Transformation, trust, and tax: A Commissioner’s story

Chris Jordan, former Commissioner of Taxation, discusses his unconventional path to leading the ATO, with a focus on transformation, innovation and client experience

The former Commissioner of Taxation, Chris Jordan, AO, had a somewhat unorthodox career path on the way to becoming the head of the Australian Taxation Office (ATO). “My journey has certainly been less than traditional,” said Mr Jordan, who recently delivered an address to the National Press Club. 

After briefly kicking off his career in the police force, he switched to study commerce and law at UNSW Sydney. Following graduation, he worked for accounting firm Arthur Andersen and then spent some time in academia at the University of Technology Sydney, before joining KPMG in the 1980s. He stayed with KPMG until mid-2012 and also served as an adviser to both Labor and Coalition governments along the way. 

When he was approached to lead the ATO, he reflected on how working in the private and public sectors better prepared him for the job. “None of us knew what to expect when I took this job in 2013,” he said. “I was the first ‘outsider’ ever to run the Tax Office. It was considered quite ‘radical’ when former Treasurer Wayne Swan appointed me – not just because, as he said, who better to run the Tax Office than a 6-foot 6 ex-copper? I think it was the fact I was not a career public servant, I lived and stayed based outside the ‘Canberra bubble’, that allowed me to radically transform and modernise the ATO over the past decade.”

Being the Commissioner of Taxation was a job he never envisaged. “I must admit I was as surprised as anyone that I ended up here,” said Mr Jordan, who recalled that when the former Secretary to the Treasurer, Martin Parkinson, approached him on behalf of Treasurer Swan about the role, he initially laughed. “Obviously I took it seriously in the end and I knew it wouldn’t always be smooth sailing,” he recalled.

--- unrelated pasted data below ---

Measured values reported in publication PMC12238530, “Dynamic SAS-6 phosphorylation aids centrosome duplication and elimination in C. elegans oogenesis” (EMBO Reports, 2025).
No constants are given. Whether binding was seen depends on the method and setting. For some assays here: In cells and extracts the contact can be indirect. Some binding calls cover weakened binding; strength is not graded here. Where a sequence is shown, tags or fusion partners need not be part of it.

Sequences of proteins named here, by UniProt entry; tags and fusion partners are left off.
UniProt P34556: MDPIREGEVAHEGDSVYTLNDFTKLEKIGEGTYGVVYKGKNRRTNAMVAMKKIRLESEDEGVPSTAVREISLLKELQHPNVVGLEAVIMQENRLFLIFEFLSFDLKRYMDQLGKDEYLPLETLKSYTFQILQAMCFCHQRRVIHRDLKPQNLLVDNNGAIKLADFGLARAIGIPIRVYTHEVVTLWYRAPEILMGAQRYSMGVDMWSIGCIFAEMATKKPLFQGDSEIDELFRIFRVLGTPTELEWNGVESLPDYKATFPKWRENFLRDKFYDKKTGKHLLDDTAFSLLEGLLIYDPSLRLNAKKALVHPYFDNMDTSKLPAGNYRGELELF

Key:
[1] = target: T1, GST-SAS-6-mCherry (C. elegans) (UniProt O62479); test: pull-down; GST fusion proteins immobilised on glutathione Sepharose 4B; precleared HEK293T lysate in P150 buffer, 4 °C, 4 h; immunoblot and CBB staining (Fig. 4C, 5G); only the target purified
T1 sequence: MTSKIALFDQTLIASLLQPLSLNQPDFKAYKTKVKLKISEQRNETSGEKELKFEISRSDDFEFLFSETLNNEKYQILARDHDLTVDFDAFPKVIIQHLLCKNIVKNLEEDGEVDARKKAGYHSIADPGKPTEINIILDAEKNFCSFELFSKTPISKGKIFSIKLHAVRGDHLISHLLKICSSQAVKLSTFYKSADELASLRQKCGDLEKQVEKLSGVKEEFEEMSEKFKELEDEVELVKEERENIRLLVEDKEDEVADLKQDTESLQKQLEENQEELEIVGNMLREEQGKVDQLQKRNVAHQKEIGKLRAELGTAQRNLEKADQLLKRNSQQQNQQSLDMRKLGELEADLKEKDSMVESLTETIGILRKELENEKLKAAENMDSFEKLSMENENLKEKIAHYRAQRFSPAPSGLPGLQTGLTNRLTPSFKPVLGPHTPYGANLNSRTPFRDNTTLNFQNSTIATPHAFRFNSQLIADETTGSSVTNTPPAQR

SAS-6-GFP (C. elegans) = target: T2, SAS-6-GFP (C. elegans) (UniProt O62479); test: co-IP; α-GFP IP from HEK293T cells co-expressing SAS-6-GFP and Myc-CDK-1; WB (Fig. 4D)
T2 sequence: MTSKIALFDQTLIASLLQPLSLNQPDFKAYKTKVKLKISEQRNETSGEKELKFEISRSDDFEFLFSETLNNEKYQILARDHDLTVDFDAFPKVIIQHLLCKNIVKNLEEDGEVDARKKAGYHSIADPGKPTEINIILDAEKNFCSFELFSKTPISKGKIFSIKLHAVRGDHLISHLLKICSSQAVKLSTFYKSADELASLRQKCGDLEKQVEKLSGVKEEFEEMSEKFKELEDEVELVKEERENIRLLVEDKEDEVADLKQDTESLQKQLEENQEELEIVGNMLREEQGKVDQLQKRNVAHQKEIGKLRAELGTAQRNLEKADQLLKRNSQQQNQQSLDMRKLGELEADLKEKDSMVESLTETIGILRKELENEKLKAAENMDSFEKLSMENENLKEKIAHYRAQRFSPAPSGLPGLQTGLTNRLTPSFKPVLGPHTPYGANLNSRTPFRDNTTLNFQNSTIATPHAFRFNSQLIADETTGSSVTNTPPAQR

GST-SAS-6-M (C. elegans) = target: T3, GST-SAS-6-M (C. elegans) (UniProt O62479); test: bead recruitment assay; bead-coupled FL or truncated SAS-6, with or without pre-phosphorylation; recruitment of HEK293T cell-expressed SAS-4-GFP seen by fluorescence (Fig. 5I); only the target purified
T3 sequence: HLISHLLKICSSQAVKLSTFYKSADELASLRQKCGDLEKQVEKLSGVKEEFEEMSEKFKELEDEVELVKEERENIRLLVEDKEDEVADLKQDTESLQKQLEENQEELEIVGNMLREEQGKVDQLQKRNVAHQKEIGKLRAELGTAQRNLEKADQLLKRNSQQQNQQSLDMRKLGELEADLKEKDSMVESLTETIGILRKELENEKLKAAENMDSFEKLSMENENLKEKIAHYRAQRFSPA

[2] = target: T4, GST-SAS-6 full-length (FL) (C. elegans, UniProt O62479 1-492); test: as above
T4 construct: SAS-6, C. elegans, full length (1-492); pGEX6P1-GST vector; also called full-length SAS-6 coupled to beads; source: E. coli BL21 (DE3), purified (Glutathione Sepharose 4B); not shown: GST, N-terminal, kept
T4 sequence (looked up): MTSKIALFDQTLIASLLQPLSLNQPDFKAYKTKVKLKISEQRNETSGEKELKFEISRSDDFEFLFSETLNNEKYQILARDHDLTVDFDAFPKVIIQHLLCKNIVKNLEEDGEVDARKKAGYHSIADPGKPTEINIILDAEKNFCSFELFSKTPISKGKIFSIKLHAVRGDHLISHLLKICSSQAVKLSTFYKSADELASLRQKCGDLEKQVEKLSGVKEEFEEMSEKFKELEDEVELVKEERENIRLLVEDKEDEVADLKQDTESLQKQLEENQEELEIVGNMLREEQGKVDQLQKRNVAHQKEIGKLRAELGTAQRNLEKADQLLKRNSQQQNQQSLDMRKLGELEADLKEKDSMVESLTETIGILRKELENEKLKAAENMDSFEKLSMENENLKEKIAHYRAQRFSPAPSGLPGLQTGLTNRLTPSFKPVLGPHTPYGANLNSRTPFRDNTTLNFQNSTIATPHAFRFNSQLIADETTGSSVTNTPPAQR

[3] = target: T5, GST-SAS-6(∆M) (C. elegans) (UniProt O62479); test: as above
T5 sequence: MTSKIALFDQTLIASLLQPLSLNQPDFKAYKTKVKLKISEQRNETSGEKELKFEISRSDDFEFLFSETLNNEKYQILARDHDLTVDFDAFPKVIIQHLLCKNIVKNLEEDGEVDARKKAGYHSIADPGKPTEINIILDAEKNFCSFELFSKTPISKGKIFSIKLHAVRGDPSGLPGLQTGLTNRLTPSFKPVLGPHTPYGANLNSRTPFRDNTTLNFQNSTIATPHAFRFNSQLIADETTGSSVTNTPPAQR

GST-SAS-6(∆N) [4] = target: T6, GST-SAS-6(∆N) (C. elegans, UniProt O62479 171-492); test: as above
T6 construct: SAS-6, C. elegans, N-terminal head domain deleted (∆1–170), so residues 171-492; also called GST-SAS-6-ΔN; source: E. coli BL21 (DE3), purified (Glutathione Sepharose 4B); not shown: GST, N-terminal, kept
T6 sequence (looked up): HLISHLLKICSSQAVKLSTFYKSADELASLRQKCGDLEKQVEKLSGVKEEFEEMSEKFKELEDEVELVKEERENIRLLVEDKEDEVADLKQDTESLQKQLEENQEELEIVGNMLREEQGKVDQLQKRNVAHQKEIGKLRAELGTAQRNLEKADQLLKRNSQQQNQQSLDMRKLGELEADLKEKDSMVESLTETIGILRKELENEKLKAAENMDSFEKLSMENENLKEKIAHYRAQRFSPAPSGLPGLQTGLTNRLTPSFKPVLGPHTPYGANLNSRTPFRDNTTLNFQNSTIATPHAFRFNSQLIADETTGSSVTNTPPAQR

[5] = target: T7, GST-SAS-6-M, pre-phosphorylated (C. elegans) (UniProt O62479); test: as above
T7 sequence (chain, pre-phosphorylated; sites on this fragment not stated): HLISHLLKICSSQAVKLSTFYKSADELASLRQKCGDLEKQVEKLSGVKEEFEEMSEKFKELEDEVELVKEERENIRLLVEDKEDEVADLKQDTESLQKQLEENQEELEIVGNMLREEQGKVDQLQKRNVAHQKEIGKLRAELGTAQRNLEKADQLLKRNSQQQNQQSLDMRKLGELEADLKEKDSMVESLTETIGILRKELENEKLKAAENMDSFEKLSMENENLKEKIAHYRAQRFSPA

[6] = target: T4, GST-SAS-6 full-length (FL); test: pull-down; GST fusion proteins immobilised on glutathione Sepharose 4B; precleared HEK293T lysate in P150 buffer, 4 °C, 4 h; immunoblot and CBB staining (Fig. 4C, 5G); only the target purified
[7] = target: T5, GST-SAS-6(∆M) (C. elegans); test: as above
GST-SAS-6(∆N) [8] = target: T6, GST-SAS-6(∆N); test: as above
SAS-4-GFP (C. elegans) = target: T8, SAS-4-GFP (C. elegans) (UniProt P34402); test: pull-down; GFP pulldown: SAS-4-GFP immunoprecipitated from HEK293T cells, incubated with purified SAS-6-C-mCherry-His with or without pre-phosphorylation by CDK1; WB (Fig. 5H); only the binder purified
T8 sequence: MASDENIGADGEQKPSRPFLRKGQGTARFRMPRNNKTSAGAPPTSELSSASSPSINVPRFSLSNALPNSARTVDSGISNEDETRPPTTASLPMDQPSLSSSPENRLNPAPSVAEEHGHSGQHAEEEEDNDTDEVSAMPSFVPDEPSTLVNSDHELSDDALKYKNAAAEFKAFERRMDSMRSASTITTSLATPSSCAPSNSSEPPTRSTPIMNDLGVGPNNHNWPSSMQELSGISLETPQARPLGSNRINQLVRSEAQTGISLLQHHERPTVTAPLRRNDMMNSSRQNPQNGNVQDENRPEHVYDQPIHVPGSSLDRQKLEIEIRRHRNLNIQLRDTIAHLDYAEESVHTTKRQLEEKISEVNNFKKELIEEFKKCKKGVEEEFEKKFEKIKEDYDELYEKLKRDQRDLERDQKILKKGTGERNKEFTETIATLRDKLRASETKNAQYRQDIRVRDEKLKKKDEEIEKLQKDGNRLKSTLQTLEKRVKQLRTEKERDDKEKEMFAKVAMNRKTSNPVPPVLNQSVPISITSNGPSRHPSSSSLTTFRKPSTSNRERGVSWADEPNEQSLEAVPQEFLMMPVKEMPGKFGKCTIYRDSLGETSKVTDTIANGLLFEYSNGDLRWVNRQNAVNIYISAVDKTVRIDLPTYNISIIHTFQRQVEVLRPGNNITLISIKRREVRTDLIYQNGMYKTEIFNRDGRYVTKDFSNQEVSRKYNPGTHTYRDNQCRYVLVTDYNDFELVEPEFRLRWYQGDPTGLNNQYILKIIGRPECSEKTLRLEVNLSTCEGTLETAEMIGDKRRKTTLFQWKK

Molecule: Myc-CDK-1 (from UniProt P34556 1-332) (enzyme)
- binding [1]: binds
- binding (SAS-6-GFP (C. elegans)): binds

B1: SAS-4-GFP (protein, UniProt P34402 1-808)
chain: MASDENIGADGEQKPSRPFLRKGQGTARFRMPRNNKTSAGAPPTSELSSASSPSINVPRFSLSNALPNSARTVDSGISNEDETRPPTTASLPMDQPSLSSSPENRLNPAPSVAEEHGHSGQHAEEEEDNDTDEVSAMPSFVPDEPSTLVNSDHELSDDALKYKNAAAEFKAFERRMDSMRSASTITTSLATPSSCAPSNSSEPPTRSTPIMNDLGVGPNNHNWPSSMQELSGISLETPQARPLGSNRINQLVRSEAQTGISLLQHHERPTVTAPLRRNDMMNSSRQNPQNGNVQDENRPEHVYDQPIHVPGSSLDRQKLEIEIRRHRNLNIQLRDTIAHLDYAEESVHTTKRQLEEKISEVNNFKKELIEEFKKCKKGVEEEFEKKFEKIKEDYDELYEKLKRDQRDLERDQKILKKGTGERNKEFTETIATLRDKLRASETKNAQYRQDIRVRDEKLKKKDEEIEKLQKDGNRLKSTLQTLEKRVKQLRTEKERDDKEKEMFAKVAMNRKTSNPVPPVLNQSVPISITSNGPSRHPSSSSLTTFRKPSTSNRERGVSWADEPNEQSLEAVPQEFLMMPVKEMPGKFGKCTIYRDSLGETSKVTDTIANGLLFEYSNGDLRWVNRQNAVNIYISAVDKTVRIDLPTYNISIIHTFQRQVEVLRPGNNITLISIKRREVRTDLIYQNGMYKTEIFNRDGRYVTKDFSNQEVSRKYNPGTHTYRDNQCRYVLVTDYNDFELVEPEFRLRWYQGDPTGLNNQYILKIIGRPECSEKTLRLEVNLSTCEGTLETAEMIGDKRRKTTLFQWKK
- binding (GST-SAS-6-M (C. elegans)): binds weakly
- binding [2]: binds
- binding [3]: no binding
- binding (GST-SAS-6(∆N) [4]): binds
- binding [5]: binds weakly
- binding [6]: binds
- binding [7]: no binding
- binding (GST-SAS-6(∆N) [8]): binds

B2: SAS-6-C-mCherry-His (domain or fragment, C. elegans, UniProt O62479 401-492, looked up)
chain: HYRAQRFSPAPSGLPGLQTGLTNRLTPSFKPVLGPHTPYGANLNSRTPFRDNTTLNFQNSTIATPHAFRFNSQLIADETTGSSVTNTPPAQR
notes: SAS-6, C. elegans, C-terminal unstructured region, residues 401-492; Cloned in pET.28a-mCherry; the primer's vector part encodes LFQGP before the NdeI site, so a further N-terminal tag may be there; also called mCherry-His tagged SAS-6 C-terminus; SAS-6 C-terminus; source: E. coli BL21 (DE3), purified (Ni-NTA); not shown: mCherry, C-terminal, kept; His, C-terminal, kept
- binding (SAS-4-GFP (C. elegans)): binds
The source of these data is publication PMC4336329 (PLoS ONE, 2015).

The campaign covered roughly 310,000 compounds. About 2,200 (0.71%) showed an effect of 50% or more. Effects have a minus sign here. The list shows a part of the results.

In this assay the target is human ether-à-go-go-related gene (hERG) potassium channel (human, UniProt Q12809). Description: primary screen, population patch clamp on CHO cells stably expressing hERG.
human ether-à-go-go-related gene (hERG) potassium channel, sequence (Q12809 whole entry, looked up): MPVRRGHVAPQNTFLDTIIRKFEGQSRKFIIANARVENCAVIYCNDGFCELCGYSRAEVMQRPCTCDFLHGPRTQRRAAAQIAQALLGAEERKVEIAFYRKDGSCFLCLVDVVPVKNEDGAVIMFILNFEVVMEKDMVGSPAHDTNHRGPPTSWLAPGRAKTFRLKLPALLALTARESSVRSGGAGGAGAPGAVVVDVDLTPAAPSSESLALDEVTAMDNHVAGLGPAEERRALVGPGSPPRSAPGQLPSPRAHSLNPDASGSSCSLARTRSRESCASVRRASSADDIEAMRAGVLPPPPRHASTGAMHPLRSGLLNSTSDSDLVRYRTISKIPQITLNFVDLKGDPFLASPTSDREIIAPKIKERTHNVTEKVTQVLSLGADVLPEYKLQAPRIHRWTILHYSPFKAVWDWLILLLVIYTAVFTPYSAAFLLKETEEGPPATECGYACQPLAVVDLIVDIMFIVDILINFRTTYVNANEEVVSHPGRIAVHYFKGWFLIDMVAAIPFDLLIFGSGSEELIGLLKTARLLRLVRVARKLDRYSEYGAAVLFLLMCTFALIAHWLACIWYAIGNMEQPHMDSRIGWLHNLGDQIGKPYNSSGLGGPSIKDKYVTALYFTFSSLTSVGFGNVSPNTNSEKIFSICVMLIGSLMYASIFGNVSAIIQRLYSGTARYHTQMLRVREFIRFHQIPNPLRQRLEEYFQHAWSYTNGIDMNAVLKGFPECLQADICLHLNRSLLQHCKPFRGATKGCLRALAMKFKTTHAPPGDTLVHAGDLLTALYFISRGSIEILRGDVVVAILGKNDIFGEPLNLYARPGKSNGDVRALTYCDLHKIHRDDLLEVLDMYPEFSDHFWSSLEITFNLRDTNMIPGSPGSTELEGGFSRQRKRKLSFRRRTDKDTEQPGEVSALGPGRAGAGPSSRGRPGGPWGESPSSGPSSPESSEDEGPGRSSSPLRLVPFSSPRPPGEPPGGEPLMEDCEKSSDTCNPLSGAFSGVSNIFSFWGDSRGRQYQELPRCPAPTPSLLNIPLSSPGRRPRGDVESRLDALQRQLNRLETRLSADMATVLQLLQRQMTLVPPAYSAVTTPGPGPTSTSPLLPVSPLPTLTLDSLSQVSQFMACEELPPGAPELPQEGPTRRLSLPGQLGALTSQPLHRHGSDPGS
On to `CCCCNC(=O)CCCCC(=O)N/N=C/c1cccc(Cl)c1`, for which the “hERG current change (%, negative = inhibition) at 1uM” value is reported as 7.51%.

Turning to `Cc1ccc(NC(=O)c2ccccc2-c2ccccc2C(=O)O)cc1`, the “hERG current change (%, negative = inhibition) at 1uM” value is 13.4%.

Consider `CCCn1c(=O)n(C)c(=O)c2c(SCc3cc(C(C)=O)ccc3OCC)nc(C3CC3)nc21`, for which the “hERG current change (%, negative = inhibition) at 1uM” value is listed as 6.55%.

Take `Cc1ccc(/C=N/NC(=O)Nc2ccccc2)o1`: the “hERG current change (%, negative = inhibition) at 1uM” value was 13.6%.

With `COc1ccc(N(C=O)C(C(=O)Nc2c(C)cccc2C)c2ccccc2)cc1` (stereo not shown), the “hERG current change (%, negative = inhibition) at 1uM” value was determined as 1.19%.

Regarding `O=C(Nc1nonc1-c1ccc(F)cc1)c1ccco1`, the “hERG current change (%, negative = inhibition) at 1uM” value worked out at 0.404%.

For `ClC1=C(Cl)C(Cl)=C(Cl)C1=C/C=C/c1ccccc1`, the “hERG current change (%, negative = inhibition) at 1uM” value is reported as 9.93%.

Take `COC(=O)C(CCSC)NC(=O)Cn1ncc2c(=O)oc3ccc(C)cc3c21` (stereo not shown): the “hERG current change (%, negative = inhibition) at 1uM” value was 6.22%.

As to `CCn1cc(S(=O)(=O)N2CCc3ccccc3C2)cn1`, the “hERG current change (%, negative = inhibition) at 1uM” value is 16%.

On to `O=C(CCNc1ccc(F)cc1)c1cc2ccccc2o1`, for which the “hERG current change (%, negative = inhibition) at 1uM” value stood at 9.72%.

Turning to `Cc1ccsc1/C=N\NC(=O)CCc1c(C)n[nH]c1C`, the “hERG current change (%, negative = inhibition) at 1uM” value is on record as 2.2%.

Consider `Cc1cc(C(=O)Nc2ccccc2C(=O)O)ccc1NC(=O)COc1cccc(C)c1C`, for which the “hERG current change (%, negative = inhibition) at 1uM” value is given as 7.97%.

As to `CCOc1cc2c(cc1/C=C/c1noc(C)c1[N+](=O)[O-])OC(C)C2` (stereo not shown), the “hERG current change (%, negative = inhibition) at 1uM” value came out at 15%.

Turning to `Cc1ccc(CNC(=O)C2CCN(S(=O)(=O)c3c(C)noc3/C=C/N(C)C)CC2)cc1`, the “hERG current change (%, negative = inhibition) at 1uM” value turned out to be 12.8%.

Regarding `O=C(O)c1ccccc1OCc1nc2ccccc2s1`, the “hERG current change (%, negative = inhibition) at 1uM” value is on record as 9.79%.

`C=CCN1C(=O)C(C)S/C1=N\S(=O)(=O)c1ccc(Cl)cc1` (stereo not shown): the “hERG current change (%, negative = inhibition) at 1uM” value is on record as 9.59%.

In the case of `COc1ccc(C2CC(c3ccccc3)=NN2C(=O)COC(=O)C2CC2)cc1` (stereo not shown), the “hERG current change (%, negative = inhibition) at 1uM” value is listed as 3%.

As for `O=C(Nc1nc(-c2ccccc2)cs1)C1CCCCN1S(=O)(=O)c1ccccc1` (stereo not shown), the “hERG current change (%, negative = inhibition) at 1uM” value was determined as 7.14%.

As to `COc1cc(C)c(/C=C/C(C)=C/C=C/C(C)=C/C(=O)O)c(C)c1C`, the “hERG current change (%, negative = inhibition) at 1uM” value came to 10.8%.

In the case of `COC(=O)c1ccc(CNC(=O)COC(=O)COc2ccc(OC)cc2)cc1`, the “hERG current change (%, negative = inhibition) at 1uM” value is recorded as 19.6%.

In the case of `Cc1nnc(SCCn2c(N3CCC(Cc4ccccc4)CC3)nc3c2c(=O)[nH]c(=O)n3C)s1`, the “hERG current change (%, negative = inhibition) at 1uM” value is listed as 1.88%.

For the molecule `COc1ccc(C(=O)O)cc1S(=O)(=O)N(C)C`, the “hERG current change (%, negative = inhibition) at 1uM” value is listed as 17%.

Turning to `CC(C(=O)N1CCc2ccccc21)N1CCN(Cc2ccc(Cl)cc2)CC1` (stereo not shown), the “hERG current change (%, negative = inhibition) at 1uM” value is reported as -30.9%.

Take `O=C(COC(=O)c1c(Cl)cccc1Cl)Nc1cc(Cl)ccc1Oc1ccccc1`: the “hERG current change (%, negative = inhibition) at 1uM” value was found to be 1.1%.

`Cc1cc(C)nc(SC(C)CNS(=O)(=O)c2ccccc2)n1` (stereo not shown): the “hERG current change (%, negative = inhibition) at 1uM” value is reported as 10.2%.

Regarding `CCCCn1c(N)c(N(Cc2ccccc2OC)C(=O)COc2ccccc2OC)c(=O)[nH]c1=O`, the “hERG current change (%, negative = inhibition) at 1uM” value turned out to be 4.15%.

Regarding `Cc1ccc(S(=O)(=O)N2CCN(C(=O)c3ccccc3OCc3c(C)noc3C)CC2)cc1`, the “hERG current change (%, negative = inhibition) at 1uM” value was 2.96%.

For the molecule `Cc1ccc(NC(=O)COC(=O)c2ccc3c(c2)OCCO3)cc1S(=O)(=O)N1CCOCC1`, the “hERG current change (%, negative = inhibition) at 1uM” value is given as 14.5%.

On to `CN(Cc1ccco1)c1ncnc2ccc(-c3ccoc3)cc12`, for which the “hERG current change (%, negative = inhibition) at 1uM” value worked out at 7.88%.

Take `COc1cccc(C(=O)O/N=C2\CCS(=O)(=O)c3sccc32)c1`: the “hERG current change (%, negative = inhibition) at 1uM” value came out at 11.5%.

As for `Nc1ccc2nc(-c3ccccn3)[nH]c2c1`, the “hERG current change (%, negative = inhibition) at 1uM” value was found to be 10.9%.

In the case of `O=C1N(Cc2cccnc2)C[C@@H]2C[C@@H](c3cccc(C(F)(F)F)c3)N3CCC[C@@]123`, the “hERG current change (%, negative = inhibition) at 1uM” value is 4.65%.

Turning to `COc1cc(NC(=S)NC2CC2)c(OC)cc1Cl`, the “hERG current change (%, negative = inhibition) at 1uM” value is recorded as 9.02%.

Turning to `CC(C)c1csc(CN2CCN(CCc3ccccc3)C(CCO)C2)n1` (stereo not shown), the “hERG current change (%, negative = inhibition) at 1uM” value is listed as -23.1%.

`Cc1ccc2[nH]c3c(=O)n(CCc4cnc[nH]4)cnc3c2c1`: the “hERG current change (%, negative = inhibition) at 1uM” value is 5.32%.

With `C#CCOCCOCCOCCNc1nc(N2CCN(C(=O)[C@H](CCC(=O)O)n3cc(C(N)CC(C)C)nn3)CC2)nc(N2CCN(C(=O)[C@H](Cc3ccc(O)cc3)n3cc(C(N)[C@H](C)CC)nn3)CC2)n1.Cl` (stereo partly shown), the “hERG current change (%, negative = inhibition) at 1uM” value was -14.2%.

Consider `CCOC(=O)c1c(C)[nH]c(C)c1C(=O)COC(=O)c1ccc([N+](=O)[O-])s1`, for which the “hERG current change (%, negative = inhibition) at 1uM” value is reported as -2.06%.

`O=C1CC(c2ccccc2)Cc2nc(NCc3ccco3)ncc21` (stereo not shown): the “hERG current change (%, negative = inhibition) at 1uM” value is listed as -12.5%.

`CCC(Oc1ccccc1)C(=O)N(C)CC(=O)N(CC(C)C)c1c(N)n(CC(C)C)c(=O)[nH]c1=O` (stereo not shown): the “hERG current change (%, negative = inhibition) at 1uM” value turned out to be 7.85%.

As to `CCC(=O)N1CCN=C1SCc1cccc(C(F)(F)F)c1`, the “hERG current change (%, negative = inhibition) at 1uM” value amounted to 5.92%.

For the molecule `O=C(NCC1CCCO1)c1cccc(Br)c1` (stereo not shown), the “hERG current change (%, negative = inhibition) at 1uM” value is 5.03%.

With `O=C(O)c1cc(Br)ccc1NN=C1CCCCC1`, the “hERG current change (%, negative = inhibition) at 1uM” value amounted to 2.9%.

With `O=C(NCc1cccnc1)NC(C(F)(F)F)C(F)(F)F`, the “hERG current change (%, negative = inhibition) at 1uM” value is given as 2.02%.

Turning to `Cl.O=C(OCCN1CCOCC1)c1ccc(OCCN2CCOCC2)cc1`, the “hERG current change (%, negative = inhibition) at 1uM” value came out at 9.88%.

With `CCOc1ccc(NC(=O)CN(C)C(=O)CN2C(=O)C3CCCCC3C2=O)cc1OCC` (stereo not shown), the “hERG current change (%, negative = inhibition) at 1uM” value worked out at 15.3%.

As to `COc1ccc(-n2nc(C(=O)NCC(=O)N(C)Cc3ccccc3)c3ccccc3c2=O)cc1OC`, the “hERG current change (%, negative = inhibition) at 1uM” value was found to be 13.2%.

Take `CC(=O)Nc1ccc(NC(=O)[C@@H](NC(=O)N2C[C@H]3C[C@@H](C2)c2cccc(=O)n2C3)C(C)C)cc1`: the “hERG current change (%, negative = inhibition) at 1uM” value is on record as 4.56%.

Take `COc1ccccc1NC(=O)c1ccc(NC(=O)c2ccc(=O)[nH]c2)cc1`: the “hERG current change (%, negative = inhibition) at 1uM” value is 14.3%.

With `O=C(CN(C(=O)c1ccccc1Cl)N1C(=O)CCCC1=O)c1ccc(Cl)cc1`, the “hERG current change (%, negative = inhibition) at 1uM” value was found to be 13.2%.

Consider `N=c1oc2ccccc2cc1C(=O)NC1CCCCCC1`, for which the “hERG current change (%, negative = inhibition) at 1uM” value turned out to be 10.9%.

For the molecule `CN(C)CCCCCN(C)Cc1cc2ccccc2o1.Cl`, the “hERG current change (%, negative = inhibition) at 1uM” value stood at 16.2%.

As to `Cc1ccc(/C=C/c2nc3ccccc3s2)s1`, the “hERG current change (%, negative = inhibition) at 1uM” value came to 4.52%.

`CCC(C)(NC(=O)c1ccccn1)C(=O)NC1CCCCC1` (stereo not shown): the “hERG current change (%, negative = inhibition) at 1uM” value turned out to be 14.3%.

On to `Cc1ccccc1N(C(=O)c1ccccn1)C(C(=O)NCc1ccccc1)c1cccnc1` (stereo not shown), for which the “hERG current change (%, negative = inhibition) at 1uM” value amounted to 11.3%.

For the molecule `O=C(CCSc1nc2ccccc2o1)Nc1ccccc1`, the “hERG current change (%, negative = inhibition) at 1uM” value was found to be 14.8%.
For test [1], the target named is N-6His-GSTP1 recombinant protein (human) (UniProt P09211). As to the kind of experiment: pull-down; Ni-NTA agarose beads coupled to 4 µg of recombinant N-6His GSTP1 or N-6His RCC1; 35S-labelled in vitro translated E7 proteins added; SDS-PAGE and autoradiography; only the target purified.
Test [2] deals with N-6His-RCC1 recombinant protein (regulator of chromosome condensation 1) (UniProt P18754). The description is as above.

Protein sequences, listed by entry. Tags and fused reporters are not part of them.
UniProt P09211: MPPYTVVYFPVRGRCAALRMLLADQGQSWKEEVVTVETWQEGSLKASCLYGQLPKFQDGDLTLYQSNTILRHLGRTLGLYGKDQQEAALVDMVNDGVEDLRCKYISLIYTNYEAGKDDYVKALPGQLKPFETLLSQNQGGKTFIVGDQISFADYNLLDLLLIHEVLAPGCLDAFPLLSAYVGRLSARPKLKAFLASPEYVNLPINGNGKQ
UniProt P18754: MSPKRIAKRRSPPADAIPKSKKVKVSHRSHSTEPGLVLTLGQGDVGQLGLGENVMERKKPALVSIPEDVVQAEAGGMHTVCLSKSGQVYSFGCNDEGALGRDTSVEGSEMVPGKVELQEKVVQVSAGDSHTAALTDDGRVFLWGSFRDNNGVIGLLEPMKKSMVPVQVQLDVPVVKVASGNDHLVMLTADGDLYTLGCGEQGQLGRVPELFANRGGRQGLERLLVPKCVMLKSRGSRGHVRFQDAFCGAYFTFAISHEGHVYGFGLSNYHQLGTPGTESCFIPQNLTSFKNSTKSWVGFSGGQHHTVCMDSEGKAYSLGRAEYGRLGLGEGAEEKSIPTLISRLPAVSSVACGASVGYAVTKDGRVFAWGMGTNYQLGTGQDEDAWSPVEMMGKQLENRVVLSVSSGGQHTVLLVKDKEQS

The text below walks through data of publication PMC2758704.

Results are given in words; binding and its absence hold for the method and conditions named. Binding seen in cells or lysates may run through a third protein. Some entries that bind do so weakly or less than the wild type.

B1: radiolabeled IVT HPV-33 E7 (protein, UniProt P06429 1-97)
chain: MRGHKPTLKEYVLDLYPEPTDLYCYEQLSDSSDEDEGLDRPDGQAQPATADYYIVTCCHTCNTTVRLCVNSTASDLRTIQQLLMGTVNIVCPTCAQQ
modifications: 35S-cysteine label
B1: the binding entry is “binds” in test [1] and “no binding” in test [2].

Taking on the job of Commissioner of Taxation

With that in mind, Mr Jordan said he was tasked with a specific brief in leading up the ATO. First and foremost was to effect real change by making the ATO less rigid and isolated, and more in touch with the community’s needs and expectations: “to focus on helping people get it right, not just catching people who did the wrong thing”, he explained.

“My private sector experience gave me hands-on understanding about how difficult the ATO could be to deal with, especially when the focus was on processes rather than outcomes,” said Mr Jordan, who recalled that, within months of commencing and speaking with some graduates, he discovered employees were bogged down in outdated and redundant manuals which, in turn, negatively impacted the experience of clients.

“My mission was to transform the organisation, and I had a mandate from the government to do so. This marked the beginning of our reinvention journey,” he said. “I remember pondering the enormity of the task ahead of us, which certainly wasn’t helped by comments from my friends at weekend barbeques. ‘It’s a huge ship,’ they warned me. ‘You’ll struggle to turn it around, let alone keep it afloat – are you crazy?’”

However, in moments of uncertainty, he reminded himself of what he had control over: his leadership style. “My main message to our people was to be part of the solution – not part of the problem,” said Mr Jordan. “Over the years, I’ve also relied on this approach when partnering with the tax profession to solve irritants and deliver the best outcomes for them.”

Read more: Throwing a financial lifeline to struggling microbusinesses

Transforming the ATO

A decade later, Mr Jordan said the ATO had made significant progress towards its vision of being a leading tax, super and registry administrator, recognised for its contemporary service, expertise and integrity. “How? By emphasising and prioritising a culture where we don’t, and won’t, accept the status quo,” he said.

“We’ve successfully chartered a massive program of transformation. We did it all in a deliberate and considered way, and we did it all ourselves – without paying millions to consultants,” said Mr Jordan. The ATO has demonstrably improved the client and staff experience, made it easier to comply (and harder not to), cut red tape, and modernised the administration of the tax system as part of a digital revolution to make ‘tax just happen’, he said – “all while operating in a rapidly changing environment”.